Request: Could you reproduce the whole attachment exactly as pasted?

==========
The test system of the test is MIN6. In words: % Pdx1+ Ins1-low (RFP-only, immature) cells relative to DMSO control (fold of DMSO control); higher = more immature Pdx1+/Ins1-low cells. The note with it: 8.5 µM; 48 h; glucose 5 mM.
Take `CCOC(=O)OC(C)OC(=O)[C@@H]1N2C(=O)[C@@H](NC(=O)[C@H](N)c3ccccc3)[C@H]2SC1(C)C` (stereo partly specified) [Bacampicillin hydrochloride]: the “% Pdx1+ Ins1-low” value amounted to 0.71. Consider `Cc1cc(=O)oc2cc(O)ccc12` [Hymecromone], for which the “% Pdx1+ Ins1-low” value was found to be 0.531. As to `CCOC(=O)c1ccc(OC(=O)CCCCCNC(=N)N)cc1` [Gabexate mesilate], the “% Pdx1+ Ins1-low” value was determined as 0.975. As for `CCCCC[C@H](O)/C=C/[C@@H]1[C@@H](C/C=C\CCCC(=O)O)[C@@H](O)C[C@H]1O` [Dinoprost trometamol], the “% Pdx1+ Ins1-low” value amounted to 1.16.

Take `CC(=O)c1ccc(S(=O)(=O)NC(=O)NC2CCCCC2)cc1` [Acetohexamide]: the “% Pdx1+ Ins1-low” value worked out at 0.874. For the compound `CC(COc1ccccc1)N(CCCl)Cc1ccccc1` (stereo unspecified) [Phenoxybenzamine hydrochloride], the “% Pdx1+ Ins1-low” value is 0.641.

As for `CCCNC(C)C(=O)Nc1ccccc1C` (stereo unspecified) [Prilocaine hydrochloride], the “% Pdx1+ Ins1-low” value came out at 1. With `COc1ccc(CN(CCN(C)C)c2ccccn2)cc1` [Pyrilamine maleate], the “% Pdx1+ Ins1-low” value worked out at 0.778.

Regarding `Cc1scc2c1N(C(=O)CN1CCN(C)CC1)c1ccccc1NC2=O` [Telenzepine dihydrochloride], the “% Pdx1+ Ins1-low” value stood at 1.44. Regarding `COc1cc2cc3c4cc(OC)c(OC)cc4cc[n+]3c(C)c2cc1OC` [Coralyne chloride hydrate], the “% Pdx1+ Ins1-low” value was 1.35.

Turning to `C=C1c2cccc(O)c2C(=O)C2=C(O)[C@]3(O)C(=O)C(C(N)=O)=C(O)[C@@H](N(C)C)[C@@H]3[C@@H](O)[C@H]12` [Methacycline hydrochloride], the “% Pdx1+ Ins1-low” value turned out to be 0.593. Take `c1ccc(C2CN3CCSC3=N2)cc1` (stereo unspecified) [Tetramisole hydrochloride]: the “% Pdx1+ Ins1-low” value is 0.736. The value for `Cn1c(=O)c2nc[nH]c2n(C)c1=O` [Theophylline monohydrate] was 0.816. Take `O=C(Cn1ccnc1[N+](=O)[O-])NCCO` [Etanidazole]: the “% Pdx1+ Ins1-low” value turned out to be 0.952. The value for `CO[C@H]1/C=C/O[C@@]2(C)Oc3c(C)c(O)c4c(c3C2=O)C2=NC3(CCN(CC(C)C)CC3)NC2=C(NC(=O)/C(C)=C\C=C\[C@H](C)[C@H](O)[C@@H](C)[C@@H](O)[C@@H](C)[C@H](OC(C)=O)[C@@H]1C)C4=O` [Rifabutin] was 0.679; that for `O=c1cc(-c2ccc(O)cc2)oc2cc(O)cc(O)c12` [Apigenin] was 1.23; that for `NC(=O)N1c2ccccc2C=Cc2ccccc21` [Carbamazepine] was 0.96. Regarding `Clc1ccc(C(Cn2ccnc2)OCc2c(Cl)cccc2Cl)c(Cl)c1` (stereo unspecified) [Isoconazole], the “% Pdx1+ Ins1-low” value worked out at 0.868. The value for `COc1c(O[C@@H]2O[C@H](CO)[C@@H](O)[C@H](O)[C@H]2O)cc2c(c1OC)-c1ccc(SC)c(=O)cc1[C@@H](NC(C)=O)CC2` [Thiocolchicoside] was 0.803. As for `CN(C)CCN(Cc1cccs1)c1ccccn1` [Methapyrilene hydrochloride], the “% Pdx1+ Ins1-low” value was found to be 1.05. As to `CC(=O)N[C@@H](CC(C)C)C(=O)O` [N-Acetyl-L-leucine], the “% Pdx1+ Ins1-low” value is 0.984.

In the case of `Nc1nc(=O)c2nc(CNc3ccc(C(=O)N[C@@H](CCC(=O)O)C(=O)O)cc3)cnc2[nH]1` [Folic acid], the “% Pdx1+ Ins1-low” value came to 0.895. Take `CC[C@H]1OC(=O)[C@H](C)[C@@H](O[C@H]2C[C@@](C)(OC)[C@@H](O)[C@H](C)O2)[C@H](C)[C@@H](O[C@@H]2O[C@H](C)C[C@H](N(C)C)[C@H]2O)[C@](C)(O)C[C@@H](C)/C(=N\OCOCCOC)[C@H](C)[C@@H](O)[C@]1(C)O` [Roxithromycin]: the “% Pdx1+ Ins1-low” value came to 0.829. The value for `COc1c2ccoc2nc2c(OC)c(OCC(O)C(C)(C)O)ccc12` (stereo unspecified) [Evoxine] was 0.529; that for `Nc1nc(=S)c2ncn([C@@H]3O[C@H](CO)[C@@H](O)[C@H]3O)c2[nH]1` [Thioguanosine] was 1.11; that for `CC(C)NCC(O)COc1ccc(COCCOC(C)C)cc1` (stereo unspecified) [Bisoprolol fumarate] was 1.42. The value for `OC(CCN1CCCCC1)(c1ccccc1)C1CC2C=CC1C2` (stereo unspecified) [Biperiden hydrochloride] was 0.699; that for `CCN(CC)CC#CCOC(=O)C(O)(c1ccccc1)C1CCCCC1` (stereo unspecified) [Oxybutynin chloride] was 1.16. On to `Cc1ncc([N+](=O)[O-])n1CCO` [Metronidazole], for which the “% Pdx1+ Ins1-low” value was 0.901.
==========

The test system of the test is MIN6. In words: % Pdx1+ Ins1-low (RFP-only, immature) cells relative to DMSO control (fold of DMSO control); higher = more immature Pdx1+/Ins1-low cells. The note with it: 8.5 µM; 48 h; glucose 5 mM.
Take `CCOC(=O)OC(C)OC(=O)[C@@H]1N2C(=O)[C@@H](NC(=O)[C@H](N)c3ccccc3)[C@H]2SC1(C)C` (stereo partly specified) [Bacampicillin hydrochloride]: the “% Pdx1+ Ins1-low” value amounted to 0.71. Consider `Cc1cc(=O)oc2cc(O)ccc12` [Hymecromone], for which the “% Pdx1+ Ins1-low” value was found to be 0.531. As to `CCOC(=O)c1ccc(OC(=O)CCCCCNC(=N)N)cc1` [Gabexate mesilate], the “% Pdx1+ Ins1-low” value was determined as 0.975. As for `CCCCC[C@H](O)/C=C/[C@@H]1[C@@H](C/C=C\CCCC(=O)O)[C@@H](O)C[C@H]1O` [Dinoprost trometamol], the “% Pdx1+ Ins1-low” value amounted to 1.16.

Take `CC(=O)c1ccc(S(=O)(=O)NC(=O)NC2CCCCC2)cc1` [Acetohexamide]: the “% Pdx1+ Ins1-low” value worked out at 0.874. For the compound `CC(COc1ccccc1)N(CCCl)Cc1ccccc1` (stereo unspecified) [Phenoxybenzamine hydrochloride], the “% Pdx1+ Ins1-low” value is 0.641.

As for `CCCNC(C)C(=O)Nc1ccccc1C` (stereo unspecified) [Prilocaine hydrochloride], the “% Pdx1+ Ins1-low” value came out at 1. With `COc1ccc(CN(CCN(C)C)c2ccccn2)cc1` [Pyrilamine maleate], the “% Pdx1+ Ins1-low” value worked out at 0.778.

Regarding `Cc1scc2c1N(C(=O)CN1CCN(C)CC1)c1ccccc1NC2=O` [Telenzepine dihydrochloride], the “% Pdx1+ Ins1-low” value stood at 1.44. Regarding `COc1cc2cc3c4cc(OC)c(OC)cc4cc[n+]3c(C)c2cc1OC` [Coralyne chloride hydrate], the “% Pdx1+ Ins1-low” value was 1.35.

Turning to `C=C1c2cccc(O)c2C(=O)C2=C(O)[C@]3(O)C(=O)C(C(N)=O)=C(O)[C@@H](N(C)C)[C@@H]3[C@@H](O)[C@H]12` [Methacycline hydrochloride], the “% Pdx1+ Ins1-low” value turned out to be 0.593. Take `c1ccc(C2CN3CCSC3=N2)cc1` (stereo unspecified) [Tetramisole hydrochloride]: the “% Pdx1+ Ins1-low” value is 0.736. The value for `Cn1c(=O)c2nc[nH]c2n(C)c1=O` [Theophylline monohydrate] was 0.816. Take `O=C(Cn1ccnc1[N+](=O)[O-])NCCO` [Etanidazole]: the “% Pdx1+ Ins1-low” value turned out to be 0.952. The value for `CO[C@H]1/C=C/O[C@@]2(C)Oc3c(C)c(O)c4c(c3C2=O)C2=NC3(CCN(CC(C)C)CC3)NC2=C(NC(=O)/C(C)=C\C=C\[C@H](C)[C@H](O)[C@@H](C)[C@@H](O)[C@@H](C)[C@H](OC(C)=O)[C@@H]1C)C4=O` [Rifabutin] was 0.679; that for `O=c1cc(-c2ccc(O)cc2)oc2cc(O)cc(O)c12` [Apigenin] was 1.23; that for `NC(=O)N1c2ccccc2C=Cc2ccccc21` [Carbamazepine] was 0.96. Regarding `Clc1ccc(C(Cn2ccnc2)OCc2c(Cl)cccc2Cl)c(Cl)c1` (stereo unspecified) [Isoconazole], the “% Pdx1+ Ins1-low” value worked out at 0.868. The value for `COc1c(O[C@@H]2O[C@H](CO)[C@@H](O)[C@H](O)[C@H]2O)cc2c(c1OC)-c1ccc(SC)c(=O)cc1[C@@H](NC(C)=O)CC2` [Thiocolchicoside] was 0.803. As for `CN(C)CCN(Cc1cccs1)c1ccccn1` [Methapyrilene hydrochloride], the “% Pdx1+ Ins1-low” value was found to be 1.05. As to `CC(=O)N[C@@H](CC(C)C)C(=O)O` [N-Acetyl-L-leucine], the “% Pdx1+ Ins1-low” value is 0.984.

In the case of `Nc1nc(=O)c2nc(CNc3ccc(C(=O)N[C@@H](CCC(=O)O)C(=O)O)cc3)cnc2[nH]1` [Folic acid], the “% Pdx1+ Ins1-low” value came to 0.895. Take `CC[C@H]1OC(=O)[C@H](C)[C@@H](O[C@H]2C[C@@](C)(OC)[C@@H](O)[C@H](C)O2)[C@H](C)[C@@H](O[C@@H]2O[C@H](C)C[C@H](N(C)C)[C@H]2O)[C@](C)(O)C[C@@H](C)/C(=N\OCOCCOC)[C@H](C)[C@@H](O)[C@]1(C)O` [Roxithromycin]: the “% Pdx1+ Ins1-low” value came to 0.829. The value for `COc1c2ccoc2nc2c(OC)c(OCC(O)C(C)(C)O)ccc12` (stereo unspecified) [Evoxine] was 0.529; that for `Nc1nc(=S)c2ncn([C@@H]3O[C@H](CO)[C@@H](O)[C@H]3O)c2[nH]1` [Thioguanosine] was 1.11; that for `CC(C)NCC(O)COc1ccc(COCCOC(C)C)cc1` (stereo unspecified) [Bisoprolol fumarate] was 1.42. The value for `OC(CCN1CCCCC1)(c1ccccc1)C1CC2C=CC1C2` (stereo unspecified) [Biperiden hydrochloride] was 0.699; that for `CCN(CC)CC#CCOC(=O)C(O)(c1ccccc1)C1CCCCC1` (stereo unspecified) [Oxybutynin chloride] was 1.16. On to `Cc1ncc([N+](=O)[O-])n1CCO` [Metronidazole], for which the “% Pdx1+ Ins1-low” value was 0.901.